The West Virginia National Guard has dispatched numerous joint enabling teams from the Army Interagency Education and Training Center to locations in the path of Hurricane Florence. As of Sept. 12, 13 soldiers have deployed to the National Guard Coordination Center, South Carolina, North Carolina and Virginia.
Joint team members have advanced training in homeland defense and response and will serve as additional assets and liaisons for National Guard units’ requirements at the national level in coordination with the National Guard Coordination Center. In addition, the West Virginia National Guard’s swift water rescue team, a joint endeavor with Clendenin and Glasgow Volunteer Fire Departments, is on standby for staging and deployment depending on the tracking of the storm.
Disaster Relief Supplies
At the 167th Airlift Wing in Martinsburg, West Virginia, 20 Air Guard personnel been working with representatives from the Federal Emergency Management Agency Region 3 to prepare a staging area for disaster relief supplies. Since Sept. 11, nearly 70 tractor-trailer loads of water, food, tents, cots, blankets and fuel arrived at the airbase where the supplies will await distribution as needed pending Hurricane Florence’s impact.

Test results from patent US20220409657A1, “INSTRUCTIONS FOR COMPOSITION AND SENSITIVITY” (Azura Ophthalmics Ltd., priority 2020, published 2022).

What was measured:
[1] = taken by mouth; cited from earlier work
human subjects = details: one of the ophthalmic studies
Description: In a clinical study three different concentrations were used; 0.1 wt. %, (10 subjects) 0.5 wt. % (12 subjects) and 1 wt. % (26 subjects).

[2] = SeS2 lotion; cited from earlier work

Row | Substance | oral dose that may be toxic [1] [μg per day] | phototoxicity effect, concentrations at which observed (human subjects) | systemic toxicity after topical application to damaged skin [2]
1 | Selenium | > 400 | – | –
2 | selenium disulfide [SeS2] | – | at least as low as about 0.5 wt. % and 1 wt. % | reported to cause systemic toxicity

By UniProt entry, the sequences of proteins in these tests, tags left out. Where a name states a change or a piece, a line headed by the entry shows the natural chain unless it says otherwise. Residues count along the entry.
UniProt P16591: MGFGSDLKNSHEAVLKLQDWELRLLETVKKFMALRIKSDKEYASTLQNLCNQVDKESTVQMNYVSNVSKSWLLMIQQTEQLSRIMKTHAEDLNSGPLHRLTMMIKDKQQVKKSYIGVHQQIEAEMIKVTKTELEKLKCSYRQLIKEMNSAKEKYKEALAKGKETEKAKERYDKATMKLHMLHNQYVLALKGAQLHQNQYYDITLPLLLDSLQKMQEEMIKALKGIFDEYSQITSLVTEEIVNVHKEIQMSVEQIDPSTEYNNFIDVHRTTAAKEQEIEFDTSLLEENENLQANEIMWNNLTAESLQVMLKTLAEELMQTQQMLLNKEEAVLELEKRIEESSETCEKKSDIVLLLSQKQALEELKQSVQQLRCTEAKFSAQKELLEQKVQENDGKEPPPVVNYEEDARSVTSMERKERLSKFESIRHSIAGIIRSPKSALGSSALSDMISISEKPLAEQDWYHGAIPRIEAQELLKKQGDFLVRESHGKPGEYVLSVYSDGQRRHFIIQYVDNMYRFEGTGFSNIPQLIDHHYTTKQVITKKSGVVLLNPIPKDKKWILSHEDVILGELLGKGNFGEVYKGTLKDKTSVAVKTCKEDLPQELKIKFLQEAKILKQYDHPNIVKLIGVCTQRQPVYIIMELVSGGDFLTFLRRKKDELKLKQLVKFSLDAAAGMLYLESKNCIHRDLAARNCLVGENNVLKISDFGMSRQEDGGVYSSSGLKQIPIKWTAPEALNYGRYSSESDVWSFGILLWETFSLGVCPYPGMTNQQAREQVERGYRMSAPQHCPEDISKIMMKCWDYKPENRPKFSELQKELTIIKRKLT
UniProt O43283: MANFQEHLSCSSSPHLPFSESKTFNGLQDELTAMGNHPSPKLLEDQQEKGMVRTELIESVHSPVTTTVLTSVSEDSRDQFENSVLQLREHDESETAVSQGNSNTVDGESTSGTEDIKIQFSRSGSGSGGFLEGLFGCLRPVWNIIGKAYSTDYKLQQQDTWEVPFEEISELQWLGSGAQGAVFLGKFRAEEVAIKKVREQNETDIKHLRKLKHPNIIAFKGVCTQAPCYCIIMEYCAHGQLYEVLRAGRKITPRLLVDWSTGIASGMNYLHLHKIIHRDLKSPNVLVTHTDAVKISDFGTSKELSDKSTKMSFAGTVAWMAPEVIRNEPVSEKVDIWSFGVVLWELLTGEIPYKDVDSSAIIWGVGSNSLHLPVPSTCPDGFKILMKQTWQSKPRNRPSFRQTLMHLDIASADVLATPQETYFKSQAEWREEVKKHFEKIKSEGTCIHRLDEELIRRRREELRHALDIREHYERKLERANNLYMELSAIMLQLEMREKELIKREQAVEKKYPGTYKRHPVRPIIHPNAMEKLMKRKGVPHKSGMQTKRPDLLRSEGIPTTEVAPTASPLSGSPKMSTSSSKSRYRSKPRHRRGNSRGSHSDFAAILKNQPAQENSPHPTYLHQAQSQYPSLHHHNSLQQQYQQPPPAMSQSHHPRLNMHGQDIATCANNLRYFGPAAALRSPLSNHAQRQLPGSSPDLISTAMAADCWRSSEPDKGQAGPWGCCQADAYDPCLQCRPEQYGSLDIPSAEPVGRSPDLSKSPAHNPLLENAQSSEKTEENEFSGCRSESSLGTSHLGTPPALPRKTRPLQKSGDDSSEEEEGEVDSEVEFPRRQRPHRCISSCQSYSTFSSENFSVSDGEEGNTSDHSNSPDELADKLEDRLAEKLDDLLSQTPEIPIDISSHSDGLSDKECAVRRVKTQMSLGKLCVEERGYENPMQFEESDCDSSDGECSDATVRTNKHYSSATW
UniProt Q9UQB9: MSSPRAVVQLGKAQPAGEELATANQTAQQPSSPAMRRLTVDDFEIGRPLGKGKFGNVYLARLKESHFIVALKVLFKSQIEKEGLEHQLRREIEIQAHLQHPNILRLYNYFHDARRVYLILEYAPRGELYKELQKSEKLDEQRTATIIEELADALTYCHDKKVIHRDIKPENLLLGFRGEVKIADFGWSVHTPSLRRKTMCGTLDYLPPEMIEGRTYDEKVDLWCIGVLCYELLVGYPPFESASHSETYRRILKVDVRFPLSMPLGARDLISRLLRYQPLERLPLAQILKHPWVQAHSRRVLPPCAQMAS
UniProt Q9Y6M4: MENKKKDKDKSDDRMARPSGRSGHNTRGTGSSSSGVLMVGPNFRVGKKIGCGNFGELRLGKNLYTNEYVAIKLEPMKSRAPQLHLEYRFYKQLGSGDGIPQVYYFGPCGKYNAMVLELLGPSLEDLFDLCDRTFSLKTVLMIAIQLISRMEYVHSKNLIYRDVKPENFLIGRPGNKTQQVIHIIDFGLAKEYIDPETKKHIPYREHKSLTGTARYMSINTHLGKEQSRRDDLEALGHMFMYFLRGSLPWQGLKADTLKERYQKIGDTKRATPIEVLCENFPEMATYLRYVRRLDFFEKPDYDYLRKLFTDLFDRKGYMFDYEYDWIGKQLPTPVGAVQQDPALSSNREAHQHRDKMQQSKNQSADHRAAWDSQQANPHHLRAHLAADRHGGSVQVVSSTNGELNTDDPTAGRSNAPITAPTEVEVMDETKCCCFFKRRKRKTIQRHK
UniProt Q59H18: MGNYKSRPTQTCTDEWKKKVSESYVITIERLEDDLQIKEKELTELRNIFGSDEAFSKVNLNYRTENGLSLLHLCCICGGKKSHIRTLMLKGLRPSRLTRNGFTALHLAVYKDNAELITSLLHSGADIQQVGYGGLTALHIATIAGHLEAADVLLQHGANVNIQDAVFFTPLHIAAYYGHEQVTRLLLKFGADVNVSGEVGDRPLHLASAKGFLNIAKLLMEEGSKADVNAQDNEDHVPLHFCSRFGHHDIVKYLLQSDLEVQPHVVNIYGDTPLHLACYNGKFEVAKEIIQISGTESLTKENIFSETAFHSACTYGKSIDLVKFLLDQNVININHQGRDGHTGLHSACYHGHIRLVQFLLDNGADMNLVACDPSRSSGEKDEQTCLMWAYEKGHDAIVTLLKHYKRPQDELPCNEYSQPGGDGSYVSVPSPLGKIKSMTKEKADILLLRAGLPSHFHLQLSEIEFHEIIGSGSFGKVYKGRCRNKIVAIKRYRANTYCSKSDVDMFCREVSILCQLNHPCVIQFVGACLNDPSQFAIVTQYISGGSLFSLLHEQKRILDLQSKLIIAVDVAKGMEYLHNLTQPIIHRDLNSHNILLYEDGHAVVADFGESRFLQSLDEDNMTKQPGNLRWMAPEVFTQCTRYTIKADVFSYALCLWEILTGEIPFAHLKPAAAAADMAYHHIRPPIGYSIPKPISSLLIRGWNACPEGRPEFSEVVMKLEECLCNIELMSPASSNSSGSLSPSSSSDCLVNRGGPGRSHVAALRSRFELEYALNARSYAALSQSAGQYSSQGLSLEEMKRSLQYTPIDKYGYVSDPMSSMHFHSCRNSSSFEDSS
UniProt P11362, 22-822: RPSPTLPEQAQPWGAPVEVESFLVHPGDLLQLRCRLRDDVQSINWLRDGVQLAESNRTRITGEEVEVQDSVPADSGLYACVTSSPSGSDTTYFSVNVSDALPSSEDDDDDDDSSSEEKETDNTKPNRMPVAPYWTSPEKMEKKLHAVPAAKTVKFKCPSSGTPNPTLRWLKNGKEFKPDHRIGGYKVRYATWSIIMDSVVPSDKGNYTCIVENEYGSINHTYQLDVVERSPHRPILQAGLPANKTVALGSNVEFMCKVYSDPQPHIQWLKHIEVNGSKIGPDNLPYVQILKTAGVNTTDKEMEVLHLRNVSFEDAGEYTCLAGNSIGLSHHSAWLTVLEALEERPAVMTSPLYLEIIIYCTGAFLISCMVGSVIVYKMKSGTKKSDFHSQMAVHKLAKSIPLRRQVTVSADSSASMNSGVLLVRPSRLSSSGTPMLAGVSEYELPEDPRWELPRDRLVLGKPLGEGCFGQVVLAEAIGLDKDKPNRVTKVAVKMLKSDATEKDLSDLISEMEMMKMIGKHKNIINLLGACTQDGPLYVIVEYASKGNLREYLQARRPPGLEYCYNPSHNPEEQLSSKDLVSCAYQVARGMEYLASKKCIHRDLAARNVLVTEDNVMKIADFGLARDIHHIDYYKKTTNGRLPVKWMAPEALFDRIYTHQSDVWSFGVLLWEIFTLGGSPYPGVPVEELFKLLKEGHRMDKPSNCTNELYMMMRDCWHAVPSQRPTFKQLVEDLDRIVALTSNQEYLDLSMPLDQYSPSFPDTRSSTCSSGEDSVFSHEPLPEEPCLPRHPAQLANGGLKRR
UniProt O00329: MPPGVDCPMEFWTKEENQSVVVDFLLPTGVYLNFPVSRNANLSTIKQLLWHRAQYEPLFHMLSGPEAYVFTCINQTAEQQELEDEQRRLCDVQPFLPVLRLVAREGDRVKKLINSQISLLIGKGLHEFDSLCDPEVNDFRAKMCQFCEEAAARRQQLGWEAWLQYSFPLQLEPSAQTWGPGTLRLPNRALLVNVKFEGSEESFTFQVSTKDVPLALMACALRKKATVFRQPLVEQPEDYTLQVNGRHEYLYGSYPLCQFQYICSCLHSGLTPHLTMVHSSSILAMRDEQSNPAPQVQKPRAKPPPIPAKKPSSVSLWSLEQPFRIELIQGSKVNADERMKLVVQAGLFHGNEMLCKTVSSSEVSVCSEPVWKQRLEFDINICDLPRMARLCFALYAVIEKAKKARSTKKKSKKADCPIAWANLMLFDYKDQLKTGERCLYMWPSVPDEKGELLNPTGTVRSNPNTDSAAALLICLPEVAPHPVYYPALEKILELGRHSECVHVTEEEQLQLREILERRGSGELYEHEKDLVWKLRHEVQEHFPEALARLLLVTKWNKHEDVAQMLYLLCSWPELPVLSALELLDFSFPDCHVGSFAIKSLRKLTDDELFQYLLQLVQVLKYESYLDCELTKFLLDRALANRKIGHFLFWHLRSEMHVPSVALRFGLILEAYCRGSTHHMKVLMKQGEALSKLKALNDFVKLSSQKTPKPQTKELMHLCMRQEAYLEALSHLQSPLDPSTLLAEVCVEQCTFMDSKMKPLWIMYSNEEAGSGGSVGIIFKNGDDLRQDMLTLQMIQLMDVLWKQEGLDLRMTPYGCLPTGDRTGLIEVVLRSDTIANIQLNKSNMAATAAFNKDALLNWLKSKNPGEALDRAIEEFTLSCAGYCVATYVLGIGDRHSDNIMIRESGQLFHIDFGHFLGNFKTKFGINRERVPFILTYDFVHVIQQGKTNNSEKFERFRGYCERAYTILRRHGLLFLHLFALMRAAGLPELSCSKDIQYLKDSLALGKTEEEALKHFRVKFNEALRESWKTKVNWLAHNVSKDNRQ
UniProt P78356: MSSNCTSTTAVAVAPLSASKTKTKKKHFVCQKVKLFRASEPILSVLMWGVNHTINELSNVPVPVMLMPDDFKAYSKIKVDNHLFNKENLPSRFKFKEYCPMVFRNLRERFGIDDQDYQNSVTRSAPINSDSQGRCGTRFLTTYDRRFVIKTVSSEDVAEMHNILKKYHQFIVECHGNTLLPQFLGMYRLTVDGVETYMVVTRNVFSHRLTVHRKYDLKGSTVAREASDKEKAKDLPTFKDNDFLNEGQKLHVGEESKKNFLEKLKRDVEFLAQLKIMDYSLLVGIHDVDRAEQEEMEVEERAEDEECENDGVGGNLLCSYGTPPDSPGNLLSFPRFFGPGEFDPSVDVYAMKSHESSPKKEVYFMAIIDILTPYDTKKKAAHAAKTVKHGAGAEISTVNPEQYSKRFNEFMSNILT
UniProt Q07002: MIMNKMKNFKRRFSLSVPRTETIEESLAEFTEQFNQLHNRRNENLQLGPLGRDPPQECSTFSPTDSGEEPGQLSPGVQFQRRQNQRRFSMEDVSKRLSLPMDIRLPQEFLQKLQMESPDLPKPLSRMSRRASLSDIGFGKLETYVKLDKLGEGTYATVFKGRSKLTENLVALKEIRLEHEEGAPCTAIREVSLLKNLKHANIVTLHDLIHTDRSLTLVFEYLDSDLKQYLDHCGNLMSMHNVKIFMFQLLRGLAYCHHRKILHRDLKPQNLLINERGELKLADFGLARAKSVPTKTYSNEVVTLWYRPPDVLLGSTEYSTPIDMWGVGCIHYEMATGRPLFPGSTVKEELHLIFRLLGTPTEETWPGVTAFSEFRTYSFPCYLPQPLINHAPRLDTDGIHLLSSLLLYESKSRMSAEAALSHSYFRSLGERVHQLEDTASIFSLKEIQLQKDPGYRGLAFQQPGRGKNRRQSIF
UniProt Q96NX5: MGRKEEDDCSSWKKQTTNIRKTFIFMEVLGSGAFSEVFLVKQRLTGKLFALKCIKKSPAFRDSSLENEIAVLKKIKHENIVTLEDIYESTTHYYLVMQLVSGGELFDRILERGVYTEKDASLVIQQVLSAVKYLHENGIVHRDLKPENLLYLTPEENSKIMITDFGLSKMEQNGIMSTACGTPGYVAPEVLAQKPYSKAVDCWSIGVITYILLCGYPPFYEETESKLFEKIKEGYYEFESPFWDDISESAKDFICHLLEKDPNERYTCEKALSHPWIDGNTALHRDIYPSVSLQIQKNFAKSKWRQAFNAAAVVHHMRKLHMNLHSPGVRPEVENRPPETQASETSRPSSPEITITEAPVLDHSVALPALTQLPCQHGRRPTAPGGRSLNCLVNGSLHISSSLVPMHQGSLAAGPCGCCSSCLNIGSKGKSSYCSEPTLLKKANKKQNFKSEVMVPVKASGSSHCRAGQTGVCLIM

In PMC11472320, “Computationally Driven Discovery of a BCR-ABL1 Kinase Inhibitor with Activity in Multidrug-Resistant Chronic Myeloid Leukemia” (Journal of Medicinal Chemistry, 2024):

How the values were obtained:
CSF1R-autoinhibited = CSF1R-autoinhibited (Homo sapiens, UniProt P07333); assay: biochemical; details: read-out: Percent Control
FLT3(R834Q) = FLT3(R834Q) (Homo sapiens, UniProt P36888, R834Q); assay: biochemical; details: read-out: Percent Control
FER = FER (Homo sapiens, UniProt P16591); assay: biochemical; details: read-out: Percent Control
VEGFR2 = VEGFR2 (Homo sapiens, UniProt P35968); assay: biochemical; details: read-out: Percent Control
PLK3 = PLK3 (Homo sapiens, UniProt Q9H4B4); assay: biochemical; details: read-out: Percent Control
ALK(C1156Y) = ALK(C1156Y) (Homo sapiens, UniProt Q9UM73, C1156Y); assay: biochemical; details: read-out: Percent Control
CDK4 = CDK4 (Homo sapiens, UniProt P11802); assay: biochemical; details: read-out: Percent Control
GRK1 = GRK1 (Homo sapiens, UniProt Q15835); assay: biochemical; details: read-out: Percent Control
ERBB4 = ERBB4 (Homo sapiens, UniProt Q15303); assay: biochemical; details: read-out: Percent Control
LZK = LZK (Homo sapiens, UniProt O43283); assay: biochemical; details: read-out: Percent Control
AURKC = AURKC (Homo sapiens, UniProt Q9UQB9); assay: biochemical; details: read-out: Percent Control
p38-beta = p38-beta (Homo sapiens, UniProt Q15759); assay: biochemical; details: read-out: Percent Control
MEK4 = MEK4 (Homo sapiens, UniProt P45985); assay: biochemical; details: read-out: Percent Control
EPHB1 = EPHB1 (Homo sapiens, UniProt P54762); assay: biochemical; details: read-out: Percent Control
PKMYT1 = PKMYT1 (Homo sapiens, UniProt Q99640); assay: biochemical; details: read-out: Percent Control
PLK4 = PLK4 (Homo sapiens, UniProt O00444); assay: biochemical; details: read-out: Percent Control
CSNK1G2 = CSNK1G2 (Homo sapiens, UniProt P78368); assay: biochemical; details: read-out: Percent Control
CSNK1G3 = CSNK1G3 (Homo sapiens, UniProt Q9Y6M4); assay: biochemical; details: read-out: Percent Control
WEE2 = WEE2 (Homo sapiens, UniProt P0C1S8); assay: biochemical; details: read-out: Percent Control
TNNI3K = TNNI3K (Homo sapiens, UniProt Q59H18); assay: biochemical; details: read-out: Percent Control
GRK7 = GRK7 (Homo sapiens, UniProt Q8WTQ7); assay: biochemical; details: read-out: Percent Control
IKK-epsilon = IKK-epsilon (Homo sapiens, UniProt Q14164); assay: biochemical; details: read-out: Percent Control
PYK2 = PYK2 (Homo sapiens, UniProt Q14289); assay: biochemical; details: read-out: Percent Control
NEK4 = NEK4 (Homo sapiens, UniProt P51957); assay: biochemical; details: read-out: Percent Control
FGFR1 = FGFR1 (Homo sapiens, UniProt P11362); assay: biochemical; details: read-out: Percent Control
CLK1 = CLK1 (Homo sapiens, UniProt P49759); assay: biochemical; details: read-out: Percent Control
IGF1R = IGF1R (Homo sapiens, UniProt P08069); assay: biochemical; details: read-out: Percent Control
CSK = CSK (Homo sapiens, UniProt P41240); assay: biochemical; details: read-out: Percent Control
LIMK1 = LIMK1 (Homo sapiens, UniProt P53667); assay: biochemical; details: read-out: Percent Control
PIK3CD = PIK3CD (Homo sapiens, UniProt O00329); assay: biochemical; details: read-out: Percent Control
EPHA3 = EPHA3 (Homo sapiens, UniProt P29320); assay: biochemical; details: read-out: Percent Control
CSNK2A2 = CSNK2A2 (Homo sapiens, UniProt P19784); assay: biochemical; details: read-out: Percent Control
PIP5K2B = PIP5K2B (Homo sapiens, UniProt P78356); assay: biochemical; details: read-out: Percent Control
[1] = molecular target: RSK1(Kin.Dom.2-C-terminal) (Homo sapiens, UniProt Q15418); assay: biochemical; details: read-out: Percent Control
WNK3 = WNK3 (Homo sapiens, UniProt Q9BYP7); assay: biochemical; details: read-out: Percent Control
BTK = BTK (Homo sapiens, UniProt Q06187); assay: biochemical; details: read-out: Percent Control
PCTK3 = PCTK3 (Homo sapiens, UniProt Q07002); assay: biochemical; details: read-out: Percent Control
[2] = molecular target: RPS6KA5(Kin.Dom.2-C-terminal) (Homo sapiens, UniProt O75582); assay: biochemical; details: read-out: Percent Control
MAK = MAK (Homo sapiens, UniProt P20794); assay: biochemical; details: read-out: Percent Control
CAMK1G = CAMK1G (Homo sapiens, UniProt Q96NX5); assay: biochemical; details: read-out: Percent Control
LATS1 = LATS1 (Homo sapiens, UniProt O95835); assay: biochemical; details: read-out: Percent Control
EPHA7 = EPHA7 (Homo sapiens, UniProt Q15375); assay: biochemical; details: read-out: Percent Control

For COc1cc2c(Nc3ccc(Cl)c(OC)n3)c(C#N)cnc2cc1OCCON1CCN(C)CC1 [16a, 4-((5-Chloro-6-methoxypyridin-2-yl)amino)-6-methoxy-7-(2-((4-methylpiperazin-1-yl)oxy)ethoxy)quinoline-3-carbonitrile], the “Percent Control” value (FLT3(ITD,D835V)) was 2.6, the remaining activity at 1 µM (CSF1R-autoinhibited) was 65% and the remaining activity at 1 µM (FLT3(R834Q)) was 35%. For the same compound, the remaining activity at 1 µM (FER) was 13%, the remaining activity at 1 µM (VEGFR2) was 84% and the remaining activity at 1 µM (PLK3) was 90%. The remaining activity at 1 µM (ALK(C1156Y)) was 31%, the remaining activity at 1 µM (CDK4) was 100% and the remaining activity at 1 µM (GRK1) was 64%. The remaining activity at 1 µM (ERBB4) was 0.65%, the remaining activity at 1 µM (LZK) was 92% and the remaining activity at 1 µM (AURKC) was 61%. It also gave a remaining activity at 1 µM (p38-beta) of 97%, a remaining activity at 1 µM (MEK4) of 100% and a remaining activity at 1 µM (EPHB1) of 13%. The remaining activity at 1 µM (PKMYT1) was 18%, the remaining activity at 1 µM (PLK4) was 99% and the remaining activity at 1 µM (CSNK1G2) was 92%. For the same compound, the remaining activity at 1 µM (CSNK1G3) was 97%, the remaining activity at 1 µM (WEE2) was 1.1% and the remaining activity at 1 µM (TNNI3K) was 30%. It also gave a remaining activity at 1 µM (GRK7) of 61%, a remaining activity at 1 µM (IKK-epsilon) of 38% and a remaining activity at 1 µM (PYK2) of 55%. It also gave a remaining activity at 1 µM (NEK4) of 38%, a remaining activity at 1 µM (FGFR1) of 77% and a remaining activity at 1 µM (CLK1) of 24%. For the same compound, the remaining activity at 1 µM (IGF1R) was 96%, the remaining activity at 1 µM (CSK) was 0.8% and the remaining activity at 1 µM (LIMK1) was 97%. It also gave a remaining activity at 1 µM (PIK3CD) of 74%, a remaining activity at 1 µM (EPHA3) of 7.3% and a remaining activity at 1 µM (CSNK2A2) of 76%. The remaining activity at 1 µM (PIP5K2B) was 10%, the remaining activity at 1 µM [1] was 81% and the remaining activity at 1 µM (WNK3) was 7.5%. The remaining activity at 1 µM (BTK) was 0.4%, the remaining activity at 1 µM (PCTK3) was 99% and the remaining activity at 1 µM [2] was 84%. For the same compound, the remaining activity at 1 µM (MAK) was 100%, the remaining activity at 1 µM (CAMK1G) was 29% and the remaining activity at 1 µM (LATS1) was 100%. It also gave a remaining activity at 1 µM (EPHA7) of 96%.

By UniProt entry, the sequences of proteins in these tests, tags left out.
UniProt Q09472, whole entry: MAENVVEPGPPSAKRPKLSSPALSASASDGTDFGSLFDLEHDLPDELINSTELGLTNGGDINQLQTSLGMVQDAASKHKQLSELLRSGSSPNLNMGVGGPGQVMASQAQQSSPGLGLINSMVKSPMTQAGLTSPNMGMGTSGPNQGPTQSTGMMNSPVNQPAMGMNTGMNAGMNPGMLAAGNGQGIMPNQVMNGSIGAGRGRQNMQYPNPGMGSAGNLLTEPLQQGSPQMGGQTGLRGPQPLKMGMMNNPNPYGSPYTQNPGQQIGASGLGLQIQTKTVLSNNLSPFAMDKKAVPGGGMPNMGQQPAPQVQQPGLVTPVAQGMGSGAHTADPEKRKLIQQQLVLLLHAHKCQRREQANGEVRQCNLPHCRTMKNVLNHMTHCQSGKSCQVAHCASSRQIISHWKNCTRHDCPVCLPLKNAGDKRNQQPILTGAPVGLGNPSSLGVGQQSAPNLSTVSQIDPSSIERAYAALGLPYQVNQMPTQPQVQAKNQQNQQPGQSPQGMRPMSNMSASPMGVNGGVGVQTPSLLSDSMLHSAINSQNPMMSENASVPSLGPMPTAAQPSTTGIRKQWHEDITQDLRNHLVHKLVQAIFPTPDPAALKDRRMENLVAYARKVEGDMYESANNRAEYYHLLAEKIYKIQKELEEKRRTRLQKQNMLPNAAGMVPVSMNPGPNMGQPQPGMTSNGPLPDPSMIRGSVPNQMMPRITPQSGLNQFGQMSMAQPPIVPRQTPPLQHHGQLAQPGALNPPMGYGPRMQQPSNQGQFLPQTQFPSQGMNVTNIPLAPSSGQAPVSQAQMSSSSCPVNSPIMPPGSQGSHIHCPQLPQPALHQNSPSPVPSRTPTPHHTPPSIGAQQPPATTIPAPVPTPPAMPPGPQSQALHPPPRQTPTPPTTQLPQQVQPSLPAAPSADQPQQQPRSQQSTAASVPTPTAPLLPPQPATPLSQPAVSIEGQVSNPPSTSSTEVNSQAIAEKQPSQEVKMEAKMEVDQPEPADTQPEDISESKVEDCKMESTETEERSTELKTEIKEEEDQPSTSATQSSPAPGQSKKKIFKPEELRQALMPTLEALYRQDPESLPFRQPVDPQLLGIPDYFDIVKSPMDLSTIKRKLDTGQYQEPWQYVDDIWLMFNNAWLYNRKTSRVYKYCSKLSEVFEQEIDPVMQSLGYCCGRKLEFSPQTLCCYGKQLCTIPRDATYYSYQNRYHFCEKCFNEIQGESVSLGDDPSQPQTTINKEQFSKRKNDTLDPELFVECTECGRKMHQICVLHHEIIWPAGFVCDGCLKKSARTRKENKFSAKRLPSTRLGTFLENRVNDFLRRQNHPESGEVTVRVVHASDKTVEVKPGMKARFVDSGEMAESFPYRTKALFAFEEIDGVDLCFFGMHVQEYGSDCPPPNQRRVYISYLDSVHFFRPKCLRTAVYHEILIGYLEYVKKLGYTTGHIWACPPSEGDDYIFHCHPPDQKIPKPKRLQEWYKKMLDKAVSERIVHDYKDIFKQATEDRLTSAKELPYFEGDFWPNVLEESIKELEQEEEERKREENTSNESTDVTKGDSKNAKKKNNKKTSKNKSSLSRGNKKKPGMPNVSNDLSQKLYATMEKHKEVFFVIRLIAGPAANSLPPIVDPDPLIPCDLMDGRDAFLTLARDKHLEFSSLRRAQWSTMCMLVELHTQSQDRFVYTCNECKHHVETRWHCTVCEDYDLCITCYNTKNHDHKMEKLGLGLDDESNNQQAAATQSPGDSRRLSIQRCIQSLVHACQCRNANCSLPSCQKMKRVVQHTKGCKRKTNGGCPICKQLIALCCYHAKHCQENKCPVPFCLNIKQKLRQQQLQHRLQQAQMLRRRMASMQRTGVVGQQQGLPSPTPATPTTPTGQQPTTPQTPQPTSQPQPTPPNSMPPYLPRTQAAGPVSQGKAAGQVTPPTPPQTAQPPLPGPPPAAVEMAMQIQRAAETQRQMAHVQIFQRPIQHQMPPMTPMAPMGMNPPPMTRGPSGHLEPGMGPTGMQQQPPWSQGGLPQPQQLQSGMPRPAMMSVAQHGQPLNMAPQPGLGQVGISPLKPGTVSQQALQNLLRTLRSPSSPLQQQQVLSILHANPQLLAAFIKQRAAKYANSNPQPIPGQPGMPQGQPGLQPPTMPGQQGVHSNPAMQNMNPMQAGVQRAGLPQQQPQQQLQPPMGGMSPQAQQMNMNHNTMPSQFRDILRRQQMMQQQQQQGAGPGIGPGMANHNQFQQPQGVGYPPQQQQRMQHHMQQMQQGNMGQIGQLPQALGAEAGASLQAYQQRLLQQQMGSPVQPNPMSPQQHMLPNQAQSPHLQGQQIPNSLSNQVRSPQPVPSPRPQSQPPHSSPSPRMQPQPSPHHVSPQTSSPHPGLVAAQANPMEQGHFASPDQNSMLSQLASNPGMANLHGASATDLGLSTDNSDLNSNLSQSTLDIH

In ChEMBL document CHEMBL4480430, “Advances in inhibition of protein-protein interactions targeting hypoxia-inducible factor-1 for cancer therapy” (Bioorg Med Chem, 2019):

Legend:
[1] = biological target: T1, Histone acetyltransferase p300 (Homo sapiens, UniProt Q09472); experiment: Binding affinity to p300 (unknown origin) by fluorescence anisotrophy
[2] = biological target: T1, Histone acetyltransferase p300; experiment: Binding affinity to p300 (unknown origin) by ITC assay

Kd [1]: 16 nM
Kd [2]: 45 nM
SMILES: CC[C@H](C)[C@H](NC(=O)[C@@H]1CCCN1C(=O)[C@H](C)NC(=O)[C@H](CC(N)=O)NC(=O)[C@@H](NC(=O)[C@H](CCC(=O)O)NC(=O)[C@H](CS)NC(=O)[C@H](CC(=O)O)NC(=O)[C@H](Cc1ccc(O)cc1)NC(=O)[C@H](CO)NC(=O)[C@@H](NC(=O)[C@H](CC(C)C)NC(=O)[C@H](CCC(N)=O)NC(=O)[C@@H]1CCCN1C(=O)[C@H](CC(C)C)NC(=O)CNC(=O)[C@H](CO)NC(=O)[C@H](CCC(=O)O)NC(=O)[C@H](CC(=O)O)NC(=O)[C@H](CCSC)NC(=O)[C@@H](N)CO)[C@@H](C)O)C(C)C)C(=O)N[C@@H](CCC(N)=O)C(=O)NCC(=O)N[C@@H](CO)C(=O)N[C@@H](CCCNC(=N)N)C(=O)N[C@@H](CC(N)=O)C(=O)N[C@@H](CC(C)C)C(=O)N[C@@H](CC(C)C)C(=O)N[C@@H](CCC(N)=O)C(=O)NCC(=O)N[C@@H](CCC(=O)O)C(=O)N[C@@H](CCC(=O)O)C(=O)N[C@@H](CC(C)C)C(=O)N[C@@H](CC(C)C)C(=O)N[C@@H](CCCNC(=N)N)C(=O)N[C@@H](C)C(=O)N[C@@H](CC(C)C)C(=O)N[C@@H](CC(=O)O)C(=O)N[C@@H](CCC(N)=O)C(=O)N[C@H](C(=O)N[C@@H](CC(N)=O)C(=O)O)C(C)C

“We’re staging commodities here in anticipation of a potential flood hazard in West Virginia,” said Randy Branson, a logistics planner for the Response Division of FEMA Region 3, and team leader for the staging operations at the 167th AW. “We’re operating under what we call a surge.”
West Virginia Gov. Jim Justice authorized up to 50 Guardsmen and women into a duty status Sept. 11 for preparation and staging at locations across the state.
“Our Guard folks and our state and local emergency management and response agencies are working as one cohesive team in this process and I commend them on this effort,” Justice said. “There’s still a lot of unknowns at this point, and we want every one of our citizens to be safe throughout this ordeal. I urge you all to continue to prepare for this storm, monitor local reports and heed any warnings from our agencies working around the clock.”